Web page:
Call It English Wine, not British!

Goldberry Hill
English Sparkling Wine is coming of age. It may not have huge distribution outside these shores, production maybe small, and prices a touch on the high side but quality wise many are excellent. They can certainly hold their own against Champagne soil and growing conditions are very similar.

I am not totally enamoured with the red wines though. Many of the countries 300 odd wineries try their hand at producing reds but it is with the white, and of course the sparklers, that the best quality lays.

Most English wine is grown within spitting distance of the Channel. The counties of Kent and Sussex plus Hampshire and Devon hold the majority of vineyards. Although places such as Cornwall and South Oxfordshire have successful ventures too. Unless you visit the vineyards direct, purchasing the wine can be tricky; although many supermarkets, especially Waitrose, are now stocking locally sourced produce and may have listings of wines from local vineyards. ASDA stores and Booths are also worth checking out. One website worth a view is English wine who have listings of vineyards open to the public.

The October issue of Delicious Magazine has an article on English wines and has a few food matching suggestions worth experimenting with.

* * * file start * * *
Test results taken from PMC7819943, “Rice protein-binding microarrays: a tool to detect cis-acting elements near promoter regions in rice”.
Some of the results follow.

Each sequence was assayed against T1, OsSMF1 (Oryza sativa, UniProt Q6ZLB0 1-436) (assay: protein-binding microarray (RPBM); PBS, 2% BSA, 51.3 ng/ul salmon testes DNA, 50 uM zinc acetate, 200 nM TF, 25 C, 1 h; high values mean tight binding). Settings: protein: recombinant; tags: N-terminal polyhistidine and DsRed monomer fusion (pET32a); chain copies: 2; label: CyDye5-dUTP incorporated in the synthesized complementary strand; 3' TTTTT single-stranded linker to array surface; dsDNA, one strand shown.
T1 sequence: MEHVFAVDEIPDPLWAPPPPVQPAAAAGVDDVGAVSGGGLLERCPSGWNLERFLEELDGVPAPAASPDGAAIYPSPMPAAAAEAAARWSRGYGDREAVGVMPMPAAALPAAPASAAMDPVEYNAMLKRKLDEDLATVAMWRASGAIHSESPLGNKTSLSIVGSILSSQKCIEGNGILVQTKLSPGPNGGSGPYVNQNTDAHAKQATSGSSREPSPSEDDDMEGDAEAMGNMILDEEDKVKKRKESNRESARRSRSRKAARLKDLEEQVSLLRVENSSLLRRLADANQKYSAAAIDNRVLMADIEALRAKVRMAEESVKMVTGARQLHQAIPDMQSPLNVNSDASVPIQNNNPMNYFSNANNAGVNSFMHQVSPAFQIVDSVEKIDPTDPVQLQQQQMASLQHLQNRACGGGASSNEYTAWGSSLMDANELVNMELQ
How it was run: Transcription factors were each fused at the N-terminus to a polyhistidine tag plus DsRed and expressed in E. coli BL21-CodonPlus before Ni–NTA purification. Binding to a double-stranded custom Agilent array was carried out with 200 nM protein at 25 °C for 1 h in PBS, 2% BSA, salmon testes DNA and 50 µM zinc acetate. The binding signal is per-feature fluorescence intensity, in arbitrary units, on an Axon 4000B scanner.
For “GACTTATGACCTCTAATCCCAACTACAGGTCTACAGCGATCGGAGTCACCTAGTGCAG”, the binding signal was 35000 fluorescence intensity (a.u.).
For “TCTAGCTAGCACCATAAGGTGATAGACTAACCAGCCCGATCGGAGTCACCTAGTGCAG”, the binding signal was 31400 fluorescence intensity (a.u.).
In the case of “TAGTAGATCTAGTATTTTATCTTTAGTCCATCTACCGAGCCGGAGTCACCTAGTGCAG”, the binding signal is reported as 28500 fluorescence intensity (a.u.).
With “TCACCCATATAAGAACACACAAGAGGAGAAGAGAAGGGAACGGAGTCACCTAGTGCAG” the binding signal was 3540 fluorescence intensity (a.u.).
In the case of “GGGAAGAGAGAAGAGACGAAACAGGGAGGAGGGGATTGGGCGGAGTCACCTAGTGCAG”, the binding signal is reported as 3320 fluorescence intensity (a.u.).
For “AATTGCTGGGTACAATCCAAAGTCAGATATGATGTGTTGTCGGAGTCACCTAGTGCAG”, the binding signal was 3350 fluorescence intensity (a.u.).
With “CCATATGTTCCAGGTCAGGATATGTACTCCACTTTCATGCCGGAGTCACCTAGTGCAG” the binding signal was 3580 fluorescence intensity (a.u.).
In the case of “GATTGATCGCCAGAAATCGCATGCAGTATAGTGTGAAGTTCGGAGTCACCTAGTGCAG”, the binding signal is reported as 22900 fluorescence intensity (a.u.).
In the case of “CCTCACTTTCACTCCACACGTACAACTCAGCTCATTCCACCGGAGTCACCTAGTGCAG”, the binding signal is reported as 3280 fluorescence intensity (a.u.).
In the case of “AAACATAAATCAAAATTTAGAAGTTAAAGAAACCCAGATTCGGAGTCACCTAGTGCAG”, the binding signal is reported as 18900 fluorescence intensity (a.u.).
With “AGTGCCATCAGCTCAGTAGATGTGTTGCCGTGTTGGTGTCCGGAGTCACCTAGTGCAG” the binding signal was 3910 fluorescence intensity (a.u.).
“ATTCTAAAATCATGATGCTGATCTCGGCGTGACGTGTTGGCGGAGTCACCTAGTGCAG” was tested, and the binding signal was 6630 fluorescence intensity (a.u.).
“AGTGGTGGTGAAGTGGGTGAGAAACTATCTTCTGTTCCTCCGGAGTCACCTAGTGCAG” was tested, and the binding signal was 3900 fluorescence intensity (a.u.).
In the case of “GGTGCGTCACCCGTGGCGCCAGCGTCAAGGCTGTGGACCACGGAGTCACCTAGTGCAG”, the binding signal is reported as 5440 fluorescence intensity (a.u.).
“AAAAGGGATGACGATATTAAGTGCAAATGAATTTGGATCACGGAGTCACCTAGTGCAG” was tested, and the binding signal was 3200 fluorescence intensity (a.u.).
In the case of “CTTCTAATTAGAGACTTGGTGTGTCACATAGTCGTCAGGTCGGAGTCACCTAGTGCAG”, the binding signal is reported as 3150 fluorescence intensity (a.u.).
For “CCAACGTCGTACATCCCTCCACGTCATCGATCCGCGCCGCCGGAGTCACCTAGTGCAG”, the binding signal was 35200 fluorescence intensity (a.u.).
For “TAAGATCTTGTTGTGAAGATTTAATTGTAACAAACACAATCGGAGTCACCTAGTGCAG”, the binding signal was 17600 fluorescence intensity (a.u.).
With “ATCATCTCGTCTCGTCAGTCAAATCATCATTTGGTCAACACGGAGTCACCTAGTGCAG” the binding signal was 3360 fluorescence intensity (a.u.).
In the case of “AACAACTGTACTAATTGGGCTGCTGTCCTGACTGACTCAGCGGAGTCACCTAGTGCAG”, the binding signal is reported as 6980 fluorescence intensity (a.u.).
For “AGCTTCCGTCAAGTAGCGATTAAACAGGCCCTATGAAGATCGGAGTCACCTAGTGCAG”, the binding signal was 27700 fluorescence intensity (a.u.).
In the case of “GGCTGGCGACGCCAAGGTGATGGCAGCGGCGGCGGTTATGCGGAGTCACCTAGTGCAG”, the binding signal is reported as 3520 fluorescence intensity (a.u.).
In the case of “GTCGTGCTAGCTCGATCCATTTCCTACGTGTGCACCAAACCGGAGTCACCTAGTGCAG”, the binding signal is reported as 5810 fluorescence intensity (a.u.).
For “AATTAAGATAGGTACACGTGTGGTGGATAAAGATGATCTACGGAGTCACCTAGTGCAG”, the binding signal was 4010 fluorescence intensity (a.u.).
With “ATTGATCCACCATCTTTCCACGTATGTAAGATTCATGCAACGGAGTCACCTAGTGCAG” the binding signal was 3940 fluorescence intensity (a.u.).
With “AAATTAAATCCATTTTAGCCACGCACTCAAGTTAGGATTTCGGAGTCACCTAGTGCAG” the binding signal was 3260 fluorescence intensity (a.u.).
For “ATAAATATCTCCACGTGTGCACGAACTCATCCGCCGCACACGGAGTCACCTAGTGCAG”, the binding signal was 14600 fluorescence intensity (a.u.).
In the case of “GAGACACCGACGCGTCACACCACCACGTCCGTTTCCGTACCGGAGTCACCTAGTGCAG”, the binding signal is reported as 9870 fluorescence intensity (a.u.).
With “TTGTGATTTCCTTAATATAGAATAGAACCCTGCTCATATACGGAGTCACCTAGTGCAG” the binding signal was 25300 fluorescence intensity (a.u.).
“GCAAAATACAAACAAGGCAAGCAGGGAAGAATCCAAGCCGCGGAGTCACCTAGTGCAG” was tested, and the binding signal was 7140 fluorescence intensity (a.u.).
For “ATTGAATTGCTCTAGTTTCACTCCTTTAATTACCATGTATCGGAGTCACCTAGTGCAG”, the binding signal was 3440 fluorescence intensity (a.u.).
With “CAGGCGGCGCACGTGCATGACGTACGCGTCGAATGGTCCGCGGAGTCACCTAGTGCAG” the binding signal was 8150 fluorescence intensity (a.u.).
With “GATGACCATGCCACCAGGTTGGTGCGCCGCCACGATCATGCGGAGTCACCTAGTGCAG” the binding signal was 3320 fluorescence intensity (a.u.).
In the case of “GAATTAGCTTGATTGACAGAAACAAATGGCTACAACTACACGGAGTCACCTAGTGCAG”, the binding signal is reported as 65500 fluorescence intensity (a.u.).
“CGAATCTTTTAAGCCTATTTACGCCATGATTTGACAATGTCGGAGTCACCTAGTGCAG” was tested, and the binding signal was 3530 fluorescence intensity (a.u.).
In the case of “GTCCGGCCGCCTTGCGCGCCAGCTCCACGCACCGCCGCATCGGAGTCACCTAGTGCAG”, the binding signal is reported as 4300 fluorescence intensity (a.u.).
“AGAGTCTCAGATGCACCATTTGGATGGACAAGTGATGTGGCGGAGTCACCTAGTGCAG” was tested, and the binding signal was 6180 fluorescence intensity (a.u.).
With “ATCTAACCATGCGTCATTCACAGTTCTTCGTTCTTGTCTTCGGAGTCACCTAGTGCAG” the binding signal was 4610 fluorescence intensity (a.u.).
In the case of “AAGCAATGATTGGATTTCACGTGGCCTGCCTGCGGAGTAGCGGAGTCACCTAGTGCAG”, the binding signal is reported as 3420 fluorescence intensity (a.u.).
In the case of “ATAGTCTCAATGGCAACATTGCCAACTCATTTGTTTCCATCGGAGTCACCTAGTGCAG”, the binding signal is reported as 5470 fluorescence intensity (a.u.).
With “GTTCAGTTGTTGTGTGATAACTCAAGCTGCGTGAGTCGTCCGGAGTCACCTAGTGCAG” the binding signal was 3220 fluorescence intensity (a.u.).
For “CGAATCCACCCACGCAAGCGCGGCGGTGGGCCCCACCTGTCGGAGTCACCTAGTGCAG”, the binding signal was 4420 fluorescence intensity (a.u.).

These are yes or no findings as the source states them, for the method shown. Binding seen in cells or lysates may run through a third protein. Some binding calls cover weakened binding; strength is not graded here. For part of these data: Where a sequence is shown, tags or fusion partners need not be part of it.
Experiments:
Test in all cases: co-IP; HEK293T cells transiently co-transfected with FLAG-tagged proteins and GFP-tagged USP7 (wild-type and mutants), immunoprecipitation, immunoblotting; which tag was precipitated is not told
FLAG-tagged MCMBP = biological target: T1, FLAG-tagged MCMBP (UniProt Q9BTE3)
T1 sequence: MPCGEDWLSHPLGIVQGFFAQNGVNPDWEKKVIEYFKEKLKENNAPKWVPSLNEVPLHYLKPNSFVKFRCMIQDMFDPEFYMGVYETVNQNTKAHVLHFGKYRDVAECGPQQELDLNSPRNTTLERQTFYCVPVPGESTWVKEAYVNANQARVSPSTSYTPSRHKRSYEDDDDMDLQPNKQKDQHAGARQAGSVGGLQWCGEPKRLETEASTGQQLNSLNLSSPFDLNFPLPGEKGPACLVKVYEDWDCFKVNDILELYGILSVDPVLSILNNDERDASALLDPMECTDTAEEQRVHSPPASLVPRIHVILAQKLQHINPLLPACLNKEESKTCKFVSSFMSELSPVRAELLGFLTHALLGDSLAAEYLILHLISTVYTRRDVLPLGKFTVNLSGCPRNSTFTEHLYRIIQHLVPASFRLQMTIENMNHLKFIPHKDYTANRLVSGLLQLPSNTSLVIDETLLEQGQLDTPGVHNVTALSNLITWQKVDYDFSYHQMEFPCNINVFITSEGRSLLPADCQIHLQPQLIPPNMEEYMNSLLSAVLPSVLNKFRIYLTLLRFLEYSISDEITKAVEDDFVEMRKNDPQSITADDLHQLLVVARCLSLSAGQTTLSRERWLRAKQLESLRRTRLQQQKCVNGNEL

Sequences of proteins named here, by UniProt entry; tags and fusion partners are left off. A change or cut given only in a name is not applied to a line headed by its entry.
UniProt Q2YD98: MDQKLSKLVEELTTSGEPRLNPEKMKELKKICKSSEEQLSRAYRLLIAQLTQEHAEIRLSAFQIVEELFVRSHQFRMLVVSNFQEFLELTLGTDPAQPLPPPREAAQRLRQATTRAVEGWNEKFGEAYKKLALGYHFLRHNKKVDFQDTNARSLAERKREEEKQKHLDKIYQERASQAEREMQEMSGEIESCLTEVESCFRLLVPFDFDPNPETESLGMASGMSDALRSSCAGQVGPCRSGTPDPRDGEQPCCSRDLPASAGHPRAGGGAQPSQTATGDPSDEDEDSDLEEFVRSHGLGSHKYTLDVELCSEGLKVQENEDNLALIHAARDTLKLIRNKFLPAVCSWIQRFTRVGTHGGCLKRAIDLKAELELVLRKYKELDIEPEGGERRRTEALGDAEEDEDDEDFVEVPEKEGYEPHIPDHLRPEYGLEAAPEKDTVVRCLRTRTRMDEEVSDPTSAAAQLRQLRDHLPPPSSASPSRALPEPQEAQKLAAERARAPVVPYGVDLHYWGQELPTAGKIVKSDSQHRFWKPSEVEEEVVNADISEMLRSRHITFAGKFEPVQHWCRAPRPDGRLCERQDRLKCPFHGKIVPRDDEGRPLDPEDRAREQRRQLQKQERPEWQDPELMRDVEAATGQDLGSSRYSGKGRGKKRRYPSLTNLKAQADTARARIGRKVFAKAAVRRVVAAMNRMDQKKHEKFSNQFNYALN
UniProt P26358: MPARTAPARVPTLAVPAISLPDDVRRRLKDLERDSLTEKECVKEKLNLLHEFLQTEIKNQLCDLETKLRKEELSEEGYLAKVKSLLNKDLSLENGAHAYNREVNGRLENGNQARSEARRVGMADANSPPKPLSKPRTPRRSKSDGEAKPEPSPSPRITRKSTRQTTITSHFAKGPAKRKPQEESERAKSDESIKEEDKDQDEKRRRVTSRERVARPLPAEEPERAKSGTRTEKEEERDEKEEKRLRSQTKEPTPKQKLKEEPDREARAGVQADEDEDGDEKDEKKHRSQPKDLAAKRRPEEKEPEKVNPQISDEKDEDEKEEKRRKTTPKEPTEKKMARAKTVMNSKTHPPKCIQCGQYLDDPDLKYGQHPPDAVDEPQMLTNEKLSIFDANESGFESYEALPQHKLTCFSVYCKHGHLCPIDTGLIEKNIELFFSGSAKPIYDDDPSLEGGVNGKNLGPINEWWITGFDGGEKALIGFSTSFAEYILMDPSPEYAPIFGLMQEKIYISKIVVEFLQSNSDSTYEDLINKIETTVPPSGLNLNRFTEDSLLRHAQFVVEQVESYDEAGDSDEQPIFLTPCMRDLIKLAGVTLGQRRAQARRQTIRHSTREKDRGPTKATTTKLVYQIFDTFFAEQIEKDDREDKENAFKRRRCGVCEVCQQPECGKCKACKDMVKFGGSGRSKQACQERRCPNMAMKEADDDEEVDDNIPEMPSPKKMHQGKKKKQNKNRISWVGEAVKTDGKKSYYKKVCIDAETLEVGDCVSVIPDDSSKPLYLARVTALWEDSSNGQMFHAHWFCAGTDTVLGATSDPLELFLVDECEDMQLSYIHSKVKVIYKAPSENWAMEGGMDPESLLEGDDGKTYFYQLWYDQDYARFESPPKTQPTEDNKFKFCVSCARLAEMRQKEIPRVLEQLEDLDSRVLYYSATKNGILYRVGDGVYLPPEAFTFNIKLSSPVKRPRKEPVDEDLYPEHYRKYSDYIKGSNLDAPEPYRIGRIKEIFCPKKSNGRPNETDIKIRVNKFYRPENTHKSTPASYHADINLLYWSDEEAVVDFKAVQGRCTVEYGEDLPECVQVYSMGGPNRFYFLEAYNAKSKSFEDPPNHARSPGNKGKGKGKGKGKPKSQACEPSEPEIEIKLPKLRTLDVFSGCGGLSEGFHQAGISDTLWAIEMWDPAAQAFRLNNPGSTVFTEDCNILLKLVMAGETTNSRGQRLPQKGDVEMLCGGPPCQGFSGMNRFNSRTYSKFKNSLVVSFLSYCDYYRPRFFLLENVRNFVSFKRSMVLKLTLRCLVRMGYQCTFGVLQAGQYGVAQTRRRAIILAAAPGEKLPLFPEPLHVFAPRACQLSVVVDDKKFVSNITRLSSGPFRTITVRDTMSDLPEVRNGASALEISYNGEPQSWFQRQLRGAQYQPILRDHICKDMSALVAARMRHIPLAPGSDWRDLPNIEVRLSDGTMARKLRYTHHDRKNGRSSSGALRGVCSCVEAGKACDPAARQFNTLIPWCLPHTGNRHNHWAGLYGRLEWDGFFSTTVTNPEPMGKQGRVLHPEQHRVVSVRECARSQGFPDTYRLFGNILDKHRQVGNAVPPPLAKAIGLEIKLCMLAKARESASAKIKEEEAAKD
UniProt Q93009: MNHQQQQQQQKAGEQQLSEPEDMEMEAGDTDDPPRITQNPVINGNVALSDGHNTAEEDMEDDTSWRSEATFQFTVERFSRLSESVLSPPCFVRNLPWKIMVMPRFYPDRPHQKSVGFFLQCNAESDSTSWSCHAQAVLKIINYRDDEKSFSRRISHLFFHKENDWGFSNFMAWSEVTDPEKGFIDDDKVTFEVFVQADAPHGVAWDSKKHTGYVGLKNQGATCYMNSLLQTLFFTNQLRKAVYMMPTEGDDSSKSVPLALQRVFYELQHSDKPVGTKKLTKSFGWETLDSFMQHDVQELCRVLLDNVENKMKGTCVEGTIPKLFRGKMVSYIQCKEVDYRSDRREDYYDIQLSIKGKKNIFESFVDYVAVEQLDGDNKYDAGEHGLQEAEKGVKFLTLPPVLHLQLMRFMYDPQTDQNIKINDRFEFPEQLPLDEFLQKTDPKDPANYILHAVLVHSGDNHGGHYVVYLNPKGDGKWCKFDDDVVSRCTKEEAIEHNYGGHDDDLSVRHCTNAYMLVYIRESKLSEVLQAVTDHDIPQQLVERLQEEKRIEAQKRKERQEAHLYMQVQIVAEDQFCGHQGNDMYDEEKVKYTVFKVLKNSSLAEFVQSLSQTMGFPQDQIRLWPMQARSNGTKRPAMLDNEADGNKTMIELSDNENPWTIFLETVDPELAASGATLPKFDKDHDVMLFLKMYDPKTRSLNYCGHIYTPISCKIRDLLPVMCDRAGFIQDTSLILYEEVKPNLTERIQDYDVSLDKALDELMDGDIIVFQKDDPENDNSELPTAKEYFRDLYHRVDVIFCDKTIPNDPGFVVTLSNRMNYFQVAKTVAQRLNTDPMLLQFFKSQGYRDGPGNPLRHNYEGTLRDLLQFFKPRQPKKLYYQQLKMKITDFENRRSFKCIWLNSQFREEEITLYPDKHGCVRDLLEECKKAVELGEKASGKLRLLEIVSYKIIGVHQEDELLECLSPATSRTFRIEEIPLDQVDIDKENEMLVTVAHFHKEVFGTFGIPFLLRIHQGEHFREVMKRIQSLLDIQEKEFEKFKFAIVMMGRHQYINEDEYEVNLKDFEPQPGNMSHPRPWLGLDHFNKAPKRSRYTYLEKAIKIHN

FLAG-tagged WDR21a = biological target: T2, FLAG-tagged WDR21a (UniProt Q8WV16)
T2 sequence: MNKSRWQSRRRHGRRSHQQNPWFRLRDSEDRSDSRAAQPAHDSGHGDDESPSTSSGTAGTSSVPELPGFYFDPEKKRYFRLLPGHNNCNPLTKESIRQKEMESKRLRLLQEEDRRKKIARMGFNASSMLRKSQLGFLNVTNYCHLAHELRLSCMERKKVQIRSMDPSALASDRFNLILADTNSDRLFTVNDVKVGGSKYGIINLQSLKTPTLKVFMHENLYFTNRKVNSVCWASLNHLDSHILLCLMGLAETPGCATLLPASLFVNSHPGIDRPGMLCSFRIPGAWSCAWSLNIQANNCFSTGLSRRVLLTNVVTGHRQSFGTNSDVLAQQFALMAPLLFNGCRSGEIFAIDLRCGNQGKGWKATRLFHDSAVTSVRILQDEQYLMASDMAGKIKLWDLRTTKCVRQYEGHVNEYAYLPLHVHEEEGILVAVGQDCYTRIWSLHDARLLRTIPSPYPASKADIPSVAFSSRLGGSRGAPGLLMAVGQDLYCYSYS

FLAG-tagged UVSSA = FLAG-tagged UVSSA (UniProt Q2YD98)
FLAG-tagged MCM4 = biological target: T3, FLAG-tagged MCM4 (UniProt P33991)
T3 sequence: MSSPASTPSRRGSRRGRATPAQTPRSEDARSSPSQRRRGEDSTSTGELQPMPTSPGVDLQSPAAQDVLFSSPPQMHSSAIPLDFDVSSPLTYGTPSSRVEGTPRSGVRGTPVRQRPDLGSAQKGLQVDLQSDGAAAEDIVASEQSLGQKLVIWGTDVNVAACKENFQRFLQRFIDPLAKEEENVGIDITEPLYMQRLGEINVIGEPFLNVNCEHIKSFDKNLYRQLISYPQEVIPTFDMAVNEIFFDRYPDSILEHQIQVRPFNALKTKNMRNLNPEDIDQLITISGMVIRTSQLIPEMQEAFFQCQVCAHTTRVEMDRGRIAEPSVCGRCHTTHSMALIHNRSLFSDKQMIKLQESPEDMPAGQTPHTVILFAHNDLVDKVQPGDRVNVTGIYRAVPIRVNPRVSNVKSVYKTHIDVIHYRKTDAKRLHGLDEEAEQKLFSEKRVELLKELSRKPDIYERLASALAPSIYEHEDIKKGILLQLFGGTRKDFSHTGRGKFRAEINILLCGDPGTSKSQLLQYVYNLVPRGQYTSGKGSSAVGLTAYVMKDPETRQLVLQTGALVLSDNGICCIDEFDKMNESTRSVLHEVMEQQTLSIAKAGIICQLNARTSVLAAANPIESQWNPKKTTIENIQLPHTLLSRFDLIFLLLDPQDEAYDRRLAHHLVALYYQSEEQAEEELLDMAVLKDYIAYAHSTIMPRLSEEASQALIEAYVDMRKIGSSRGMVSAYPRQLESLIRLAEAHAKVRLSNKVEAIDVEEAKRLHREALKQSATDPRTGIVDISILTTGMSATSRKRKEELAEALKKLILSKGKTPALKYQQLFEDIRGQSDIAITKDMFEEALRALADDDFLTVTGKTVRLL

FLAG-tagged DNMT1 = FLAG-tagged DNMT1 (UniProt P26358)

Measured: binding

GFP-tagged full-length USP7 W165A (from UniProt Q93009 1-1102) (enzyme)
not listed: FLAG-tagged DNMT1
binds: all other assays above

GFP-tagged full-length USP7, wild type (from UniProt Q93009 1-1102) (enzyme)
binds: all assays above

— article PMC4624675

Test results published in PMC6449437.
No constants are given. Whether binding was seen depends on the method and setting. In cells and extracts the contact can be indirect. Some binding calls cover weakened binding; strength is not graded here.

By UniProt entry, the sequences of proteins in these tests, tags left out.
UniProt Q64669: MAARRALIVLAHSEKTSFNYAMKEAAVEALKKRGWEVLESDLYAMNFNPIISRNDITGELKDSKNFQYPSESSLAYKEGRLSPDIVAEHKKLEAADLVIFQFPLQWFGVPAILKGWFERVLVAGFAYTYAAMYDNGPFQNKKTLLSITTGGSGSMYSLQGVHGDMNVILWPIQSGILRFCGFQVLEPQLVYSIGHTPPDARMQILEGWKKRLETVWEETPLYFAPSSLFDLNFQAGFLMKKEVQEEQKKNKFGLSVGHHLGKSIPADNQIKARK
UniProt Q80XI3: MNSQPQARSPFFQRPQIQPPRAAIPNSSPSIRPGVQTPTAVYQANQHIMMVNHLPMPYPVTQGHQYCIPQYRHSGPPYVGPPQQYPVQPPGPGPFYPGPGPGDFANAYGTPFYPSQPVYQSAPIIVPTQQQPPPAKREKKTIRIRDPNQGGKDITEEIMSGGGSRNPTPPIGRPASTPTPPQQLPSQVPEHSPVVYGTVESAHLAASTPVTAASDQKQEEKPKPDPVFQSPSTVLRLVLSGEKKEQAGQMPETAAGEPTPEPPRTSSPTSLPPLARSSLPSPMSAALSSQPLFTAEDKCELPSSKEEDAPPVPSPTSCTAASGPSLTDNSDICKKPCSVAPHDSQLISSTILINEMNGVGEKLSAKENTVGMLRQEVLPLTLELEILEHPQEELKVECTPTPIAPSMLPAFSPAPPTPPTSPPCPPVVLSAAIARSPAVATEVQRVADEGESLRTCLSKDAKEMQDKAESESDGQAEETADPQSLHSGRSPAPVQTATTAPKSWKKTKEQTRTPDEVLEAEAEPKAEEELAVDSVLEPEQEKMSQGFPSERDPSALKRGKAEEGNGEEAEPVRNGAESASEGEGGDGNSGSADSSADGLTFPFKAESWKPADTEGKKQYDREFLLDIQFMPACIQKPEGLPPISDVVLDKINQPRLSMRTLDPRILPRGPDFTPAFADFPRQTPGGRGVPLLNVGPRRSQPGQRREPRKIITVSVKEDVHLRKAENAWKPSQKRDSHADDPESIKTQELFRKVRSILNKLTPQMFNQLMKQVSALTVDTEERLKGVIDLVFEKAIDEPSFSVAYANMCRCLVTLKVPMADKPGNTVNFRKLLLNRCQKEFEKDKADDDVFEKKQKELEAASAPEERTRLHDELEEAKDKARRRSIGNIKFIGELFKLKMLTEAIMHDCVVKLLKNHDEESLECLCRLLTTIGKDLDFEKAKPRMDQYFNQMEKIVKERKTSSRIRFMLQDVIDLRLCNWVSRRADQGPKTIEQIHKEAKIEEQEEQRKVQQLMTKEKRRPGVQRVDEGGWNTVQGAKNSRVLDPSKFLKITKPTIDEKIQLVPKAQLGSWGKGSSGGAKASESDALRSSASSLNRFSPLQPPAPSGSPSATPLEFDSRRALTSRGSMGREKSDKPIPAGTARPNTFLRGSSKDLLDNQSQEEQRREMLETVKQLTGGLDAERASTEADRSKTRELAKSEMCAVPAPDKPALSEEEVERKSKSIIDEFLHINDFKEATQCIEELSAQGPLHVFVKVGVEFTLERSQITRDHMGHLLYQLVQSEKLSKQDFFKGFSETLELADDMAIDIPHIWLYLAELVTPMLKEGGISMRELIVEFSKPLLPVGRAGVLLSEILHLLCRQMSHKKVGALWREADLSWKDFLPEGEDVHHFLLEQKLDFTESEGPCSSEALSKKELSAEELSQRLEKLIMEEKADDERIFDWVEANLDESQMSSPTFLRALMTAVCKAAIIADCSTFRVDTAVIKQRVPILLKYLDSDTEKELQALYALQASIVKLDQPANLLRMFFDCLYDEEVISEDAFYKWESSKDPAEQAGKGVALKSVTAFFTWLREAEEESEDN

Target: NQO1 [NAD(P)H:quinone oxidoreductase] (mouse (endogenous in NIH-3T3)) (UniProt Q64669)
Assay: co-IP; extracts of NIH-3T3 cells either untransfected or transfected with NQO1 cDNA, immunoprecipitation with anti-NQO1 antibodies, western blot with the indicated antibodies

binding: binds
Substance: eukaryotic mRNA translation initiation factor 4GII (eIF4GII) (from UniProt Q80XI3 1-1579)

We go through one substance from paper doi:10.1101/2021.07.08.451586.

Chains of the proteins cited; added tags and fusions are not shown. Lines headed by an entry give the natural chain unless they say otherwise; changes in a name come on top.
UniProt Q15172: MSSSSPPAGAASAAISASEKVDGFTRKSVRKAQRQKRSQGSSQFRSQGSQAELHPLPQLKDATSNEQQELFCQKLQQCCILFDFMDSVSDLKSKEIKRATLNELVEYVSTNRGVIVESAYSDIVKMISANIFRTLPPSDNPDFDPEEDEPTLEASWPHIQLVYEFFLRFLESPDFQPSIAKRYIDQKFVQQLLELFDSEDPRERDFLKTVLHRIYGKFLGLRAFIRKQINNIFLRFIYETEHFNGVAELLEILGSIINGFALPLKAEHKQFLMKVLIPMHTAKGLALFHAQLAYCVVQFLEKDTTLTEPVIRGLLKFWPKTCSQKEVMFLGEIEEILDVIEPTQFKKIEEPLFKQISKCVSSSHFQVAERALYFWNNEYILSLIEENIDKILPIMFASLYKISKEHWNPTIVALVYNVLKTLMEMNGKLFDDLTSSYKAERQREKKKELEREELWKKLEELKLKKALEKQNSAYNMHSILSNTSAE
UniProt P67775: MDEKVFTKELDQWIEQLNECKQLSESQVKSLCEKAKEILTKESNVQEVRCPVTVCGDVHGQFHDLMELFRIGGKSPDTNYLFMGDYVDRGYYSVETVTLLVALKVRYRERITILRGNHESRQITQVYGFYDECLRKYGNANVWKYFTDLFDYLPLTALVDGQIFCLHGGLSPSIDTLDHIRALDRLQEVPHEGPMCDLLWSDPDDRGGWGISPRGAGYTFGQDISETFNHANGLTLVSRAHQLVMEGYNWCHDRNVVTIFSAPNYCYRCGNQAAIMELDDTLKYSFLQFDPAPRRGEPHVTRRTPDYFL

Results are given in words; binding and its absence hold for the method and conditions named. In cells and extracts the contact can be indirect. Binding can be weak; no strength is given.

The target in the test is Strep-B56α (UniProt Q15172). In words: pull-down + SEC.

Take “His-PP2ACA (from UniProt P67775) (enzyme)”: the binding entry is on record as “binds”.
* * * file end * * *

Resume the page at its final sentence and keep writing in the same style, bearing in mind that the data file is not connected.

The crisp aromatic whites wont stand up to roast poultry, for example but they do go very well with leafy salads, goats cheese, white fish and seafood. Trout would be a star match, or a dressed garden salad with tomatoes. The tangier, softer reds can also be enjoyed on their own or paired with cold meats such as ham or rare beef, mild cheeses or simple pizzas and pasta sauces. Richer reds go well with roast game birds or duck served with fruity sauces.

Three English Wine tasting notes:

Remember to buy English wine, not British. Wine made from grapes grown in English vineyards can be labelled English; but wine made from imported grape concentrate goes under the British Wine moniker. The latter is best avoided!

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